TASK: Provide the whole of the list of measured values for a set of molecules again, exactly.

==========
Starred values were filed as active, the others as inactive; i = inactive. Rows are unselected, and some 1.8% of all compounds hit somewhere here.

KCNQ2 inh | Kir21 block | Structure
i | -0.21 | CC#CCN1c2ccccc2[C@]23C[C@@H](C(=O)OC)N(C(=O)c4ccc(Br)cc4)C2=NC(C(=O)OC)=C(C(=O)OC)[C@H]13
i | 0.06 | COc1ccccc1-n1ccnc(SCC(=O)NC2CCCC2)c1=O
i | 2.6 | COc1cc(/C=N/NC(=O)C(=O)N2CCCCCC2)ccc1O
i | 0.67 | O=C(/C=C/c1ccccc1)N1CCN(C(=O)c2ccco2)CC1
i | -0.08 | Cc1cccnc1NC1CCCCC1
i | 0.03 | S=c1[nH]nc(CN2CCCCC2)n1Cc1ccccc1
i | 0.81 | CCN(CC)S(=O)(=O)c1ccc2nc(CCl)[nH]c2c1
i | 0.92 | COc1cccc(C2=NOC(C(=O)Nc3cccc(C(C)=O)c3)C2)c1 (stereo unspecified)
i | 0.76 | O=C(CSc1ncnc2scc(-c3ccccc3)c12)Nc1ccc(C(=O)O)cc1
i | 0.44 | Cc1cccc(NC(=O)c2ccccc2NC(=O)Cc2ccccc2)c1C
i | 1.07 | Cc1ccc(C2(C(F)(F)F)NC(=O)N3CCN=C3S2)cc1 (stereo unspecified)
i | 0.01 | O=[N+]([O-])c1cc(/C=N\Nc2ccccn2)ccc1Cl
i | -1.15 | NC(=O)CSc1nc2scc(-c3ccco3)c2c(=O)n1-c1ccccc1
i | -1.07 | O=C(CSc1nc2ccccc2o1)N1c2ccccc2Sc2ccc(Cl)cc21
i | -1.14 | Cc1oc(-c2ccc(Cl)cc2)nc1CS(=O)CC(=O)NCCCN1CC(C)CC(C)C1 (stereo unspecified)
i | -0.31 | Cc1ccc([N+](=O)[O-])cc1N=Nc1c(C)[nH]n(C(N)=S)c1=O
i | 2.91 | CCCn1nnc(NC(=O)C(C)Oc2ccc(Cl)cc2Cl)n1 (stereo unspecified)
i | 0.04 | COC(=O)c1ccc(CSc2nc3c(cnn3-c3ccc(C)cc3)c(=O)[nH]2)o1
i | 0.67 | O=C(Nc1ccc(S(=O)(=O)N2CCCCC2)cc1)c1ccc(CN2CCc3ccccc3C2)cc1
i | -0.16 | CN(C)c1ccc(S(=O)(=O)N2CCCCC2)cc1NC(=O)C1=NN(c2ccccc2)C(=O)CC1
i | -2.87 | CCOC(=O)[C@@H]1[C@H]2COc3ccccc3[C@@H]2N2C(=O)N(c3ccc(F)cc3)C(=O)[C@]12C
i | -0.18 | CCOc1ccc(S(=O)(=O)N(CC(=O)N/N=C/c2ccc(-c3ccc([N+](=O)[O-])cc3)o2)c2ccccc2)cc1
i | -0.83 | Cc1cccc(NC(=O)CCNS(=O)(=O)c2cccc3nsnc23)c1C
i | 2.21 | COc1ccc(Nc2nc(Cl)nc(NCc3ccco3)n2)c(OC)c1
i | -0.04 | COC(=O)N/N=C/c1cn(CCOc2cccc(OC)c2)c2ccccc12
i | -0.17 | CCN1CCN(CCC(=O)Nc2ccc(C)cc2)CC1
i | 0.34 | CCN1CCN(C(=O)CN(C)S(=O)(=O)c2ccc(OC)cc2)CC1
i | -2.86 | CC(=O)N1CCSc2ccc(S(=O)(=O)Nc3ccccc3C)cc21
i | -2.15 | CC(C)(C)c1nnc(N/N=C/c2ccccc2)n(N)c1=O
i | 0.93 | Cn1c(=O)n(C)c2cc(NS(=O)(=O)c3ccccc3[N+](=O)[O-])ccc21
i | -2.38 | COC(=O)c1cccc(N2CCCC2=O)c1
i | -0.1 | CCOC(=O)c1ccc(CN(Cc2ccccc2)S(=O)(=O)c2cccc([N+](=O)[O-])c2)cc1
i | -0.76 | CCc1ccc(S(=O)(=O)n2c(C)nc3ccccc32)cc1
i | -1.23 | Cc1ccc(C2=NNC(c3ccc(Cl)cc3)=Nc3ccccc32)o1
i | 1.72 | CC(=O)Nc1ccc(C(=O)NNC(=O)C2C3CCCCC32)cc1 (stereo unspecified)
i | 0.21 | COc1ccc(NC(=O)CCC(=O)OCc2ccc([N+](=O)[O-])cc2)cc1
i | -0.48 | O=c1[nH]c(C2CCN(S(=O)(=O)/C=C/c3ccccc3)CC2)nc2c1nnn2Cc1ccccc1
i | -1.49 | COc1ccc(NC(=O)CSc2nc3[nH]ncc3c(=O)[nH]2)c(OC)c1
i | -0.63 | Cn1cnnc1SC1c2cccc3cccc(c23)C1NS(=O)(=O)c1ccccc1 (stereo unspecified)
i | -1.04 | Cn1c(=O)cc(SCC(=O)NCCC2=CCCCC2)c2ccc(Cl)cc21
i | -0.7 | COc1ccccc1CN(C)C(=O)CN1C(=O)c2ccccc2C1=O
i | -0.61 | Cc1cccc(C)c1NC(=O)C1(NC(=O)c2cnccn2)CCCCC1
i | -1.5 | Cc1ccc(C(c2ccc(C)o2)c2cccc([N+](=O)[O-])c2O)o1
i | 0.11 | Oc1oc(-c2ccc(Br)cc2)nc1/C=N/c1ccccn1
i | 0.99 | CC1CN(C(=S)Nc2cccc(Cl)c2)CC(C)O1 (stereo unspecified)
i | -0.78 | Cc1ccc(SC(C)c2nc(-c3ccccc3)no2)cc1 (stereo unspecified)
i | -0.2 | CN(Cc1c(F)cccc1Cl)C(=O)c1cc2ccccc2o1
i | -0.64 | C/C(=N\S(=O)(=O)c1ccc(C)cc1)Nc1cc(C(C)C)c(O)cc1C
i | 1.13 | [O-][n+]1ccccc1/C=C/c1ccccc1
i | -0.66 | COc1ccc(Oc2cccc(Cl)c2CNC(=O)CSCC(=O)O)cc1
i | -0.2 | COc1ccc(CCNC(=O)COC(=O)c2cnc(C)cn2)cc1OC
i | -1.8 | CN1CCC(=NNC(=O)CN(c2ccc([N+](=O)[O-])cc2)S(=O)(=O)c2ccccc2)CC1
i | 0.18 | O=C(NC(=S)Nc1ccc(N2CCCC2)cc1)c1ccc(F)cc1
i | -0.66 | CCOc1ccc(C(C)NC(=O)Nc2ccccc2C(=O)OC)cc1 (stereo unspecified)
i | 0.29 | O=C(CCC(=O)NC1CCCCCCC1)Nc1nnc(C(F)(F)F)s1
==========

Starred values were filed as active, the others as inactive; i = inactive. Rows are unselected, and some 1.8% of all compounds hit somewhere here.

KCNQ2 inh | Kir21 block | Structure
i | -0.21 | CC#CCN1c2ccccc2[C@]23C[C@@H](C(=O)OC)N(C(=O)c4ccc(Br)cc4)C2=NC(C(=O)OC)=C(C(=O)OC)[C@H]13
i | 0.06 | COc1ccccc1-n1ccnc(SCC(=O)NC2CCCC2)c1=O
i | 2.6 | COc1cc(/C=N/NC(=O)C(=O)N2CCCCCC2)ccc1O
i | 0.67 | O=C(/C=C/c1ccccc1)N1CCN(C(=O)c2ccco2)CC1
i | -0.08 | Cc1cccnc1NC1CCCCC1
i | 0.03 | S=c1[nH]nc(CN2CCCCC2)n1Cc1ccccc1
i | 0.81 | CCN(CC)S(=O)(=O)c1ccc2nc(CCl)[nH]c2c1
i | 0.92 | COc1cccc(C2=NOC(C(=O)Nc3cccc(C(C)=O)c3)C2)c1 (stereo unspecified)
i | 0.76 | O=C(CSc1ncnc2scc(-c3ccccc3)c12)Nc1ccc(C(=O)O)cc1
i | 0.44 | Cc1cccc(NC(=O)c2ccccc2NC(=O)Cc2ccccc2)c1C
i | 1.07 | Cc1ccc(C2(C(F)(F)F)NC(=O)N3CCN=C3S2)cc1 (stereo unspecified)
i | 0.01 | O=[N+]([O-])c1cc(/C=N\Nc2ccccn2)ccc1Cl
i | -1.15 | NC(=O)CSc1nc2scc(-c3ccco3)c2c(=O)n1-c1ccccc1
i | -1.07 | O=C(CSc1nc2ccccc2o1)N1c2ccccc2Sc2ccc(Cl)cc21
i | -1.14 | Cc1oc(-c2ccc(Cl)cc2)nc1CS(=O)CC(=O)NCCCN1CC(C)CC(C)C1 (stereo unspecified)
i | -0.31 | Cc1ccc([N+](=O)[O-])cc1N=Nc1c(C)[nH]n(C(N)=S)c1=O
i | 2.91 | CCCn1nnc(NC(=O)C(C)Oc2ccc(Cl)cc2Cl)n1 (stereo unspecified)
i | 0.04 | COC(=O)c1ccc(CSc2nc3c(cnn3-c3ccc(C)cc3)c(=O)[nH]2)o1
i | 0.67 | O=C(Nc1ccc(S(=O)(=O)N2CCCCC2)cc1)c1ccc(CN2CCc3ccccc3C2)cc1
i | -0.16 | CN(C)c1ccc(S(=O)(=O)N2CCCCC2)cc1NC(=O)C1=NN(c2ccccc2)C(=O)CC1
i | -2.87 | CCOC(=O)[C@@H]1[C@H]2COc3ccccc3[C@@H]2N2C(=O)N(c3ccc(F)cc3)C(=O)[C@]12C
i | -0.18 | CCOc1ccc(S(=O)(=O)N(CC(=O)N/N=C/c2ccc(-c3ccc([N+](=O)[O-])cc3)o2)c2ccccc2)cc1
i | -0.83 | Cc1cccc(NC(=O)CCNS(=O)(=O)c2cccc3nsnc23)c1C
i | 2.21 | COc1ccc(Nc2nc(Cl)nc(NCc3ccco3)n2)c(OC)c1
i | -0.04 | COC(=O)N/N=C/c1cn(CCOc2cccc(OC)c2)c2ccccc12
i | -0.17 | CCN1CCN(CCC(=O)Nc2ccc(C)cc2)CC1
i | 0.34 | CCN1CCN(C(=O)CN(C)S(=O)(=O)c2ccc(OC)cc2)CC1
i | -2.86 | CC(=O)N1CCSc2ccc(S(=O)(=O)Nc3ccccc3C)cc21
i | -2.15 | CC(C)(C)c1nnc(N/N=C/c2ccccc2)n(N)c1=O
i | 0.93 | Cn1c(=O)n(C)c2cc(NS(=O)(=O)c3ccccc3[N+](=O)[O-])ccc21
i | -2.38 | COC(=O)c1cccc(N2CCCC2=O)c1
i | -0.1 | CCOC(=O)c1ccc(CN(Cc2ccccc2)S(=O)(=O)c2cccc([N+](=O)[O-])c2)cc1
i | -0.76 | CCc1ccc(S(=O)(=O)n2c(C)nc3ccccc32)cc1
i | -1.23 | Cc1ccc(C2=NNC(c3ccc(Cl)cc3)=Nc3ccccc32)o1
i | 1.72 | CC(=O)Nc1ccc(C(=O)NNC(=O)C2C3CCCCC32)cc1 (stereo unspecified)
i | 0.21 | COc1ccc(NC(=O)CCC(=O)OCc2ccc([N+](=O)[O-])cc2)cc1
i | -0.48 | O=c1[nH]c(C2CCN(S(=O)(=O)/C=C/c3ccccc3)CC2)nc2c1nnn2Cc1ccccc1
i | -1.49 | COc1ccc(NC(=O)CSc2nc3[nH]ncc3c(=O)[nH]2)c(OC)c1
i | -0.63 | Cn1cnnc1SC1c2cccc3cccc(c23)C1NS(=O)(=O)c1ccccc1 (stereo unspecified)
i | -1.04 | Cn1c(=O)cc(SCC(=O)NCCC2=CCCCC2)c2ccc(Cl)cc21
i | -0.7 | COc1ccccc1CN(C)C(=O)CN1C(=O)c2ccccc2C1=O
i | -0.61 | Cc1cccc(C)c1NC(=O)C1(NC(=O)c2cnccn2)CCCCC1
i | -1.5 | Cc1ccc(C(c2ccc(C)o2)c2cccc([N+](=O)[O-])c2O)o1
i | 0.11 | Oc1oc(-c2ccc(Br)cc2)nc1/C=N/c1ccccn1
i | 0.99 | CC1CN(C(=S)Nc2cccc(Cl)c2)CC(C)O1 (stereo unspecified)
i | -0.78 | Cc1ccc(SC(C)c2nc(-c3ccccc3)no2)cc1 (stereo unspecified)
i | -0.2 | CN(Cc1c(F)cccc1Cl)C(=O)c1cc2ccccc2o1
i | -0.64 | C/C(=N\S(=O)(=O)c1ccc(C)cc1)Nc1cc(C(C)C)c(O)cc1C
i | 1.13 | [O-][n+]1ccccc1/C=C/c1ccccc1
i | -0.66 | COc1ccc(Oc2cccc(Cl)c2CNC(=O)CSCC(=O)O)cc1
i | -0.2 | COc1ccc(CCNC(=O)COC(=O)c2cnc(C)cn2)cc1OC
i | -1.8 | CN1CCC(=NNC(=O)CN(c2ccc([N+](=O)[O-])cc2)S(=O)(=O)c2ccccc2)CC1
i | 0.18 | O=C(NC(=S)Nc1ccc(N2CCCC2)cc1)c1ccc(F)cc1
i | -0.66 | CCOc1ccc(C(C)NC(=O)Nc2ccccc2C(=O)OC)cc1 (stereo unspecified)
i | 0.29 | O=C(CCC(=O)NC1CCCCCCC1)Nc1nnc(C(F)(F)F)s1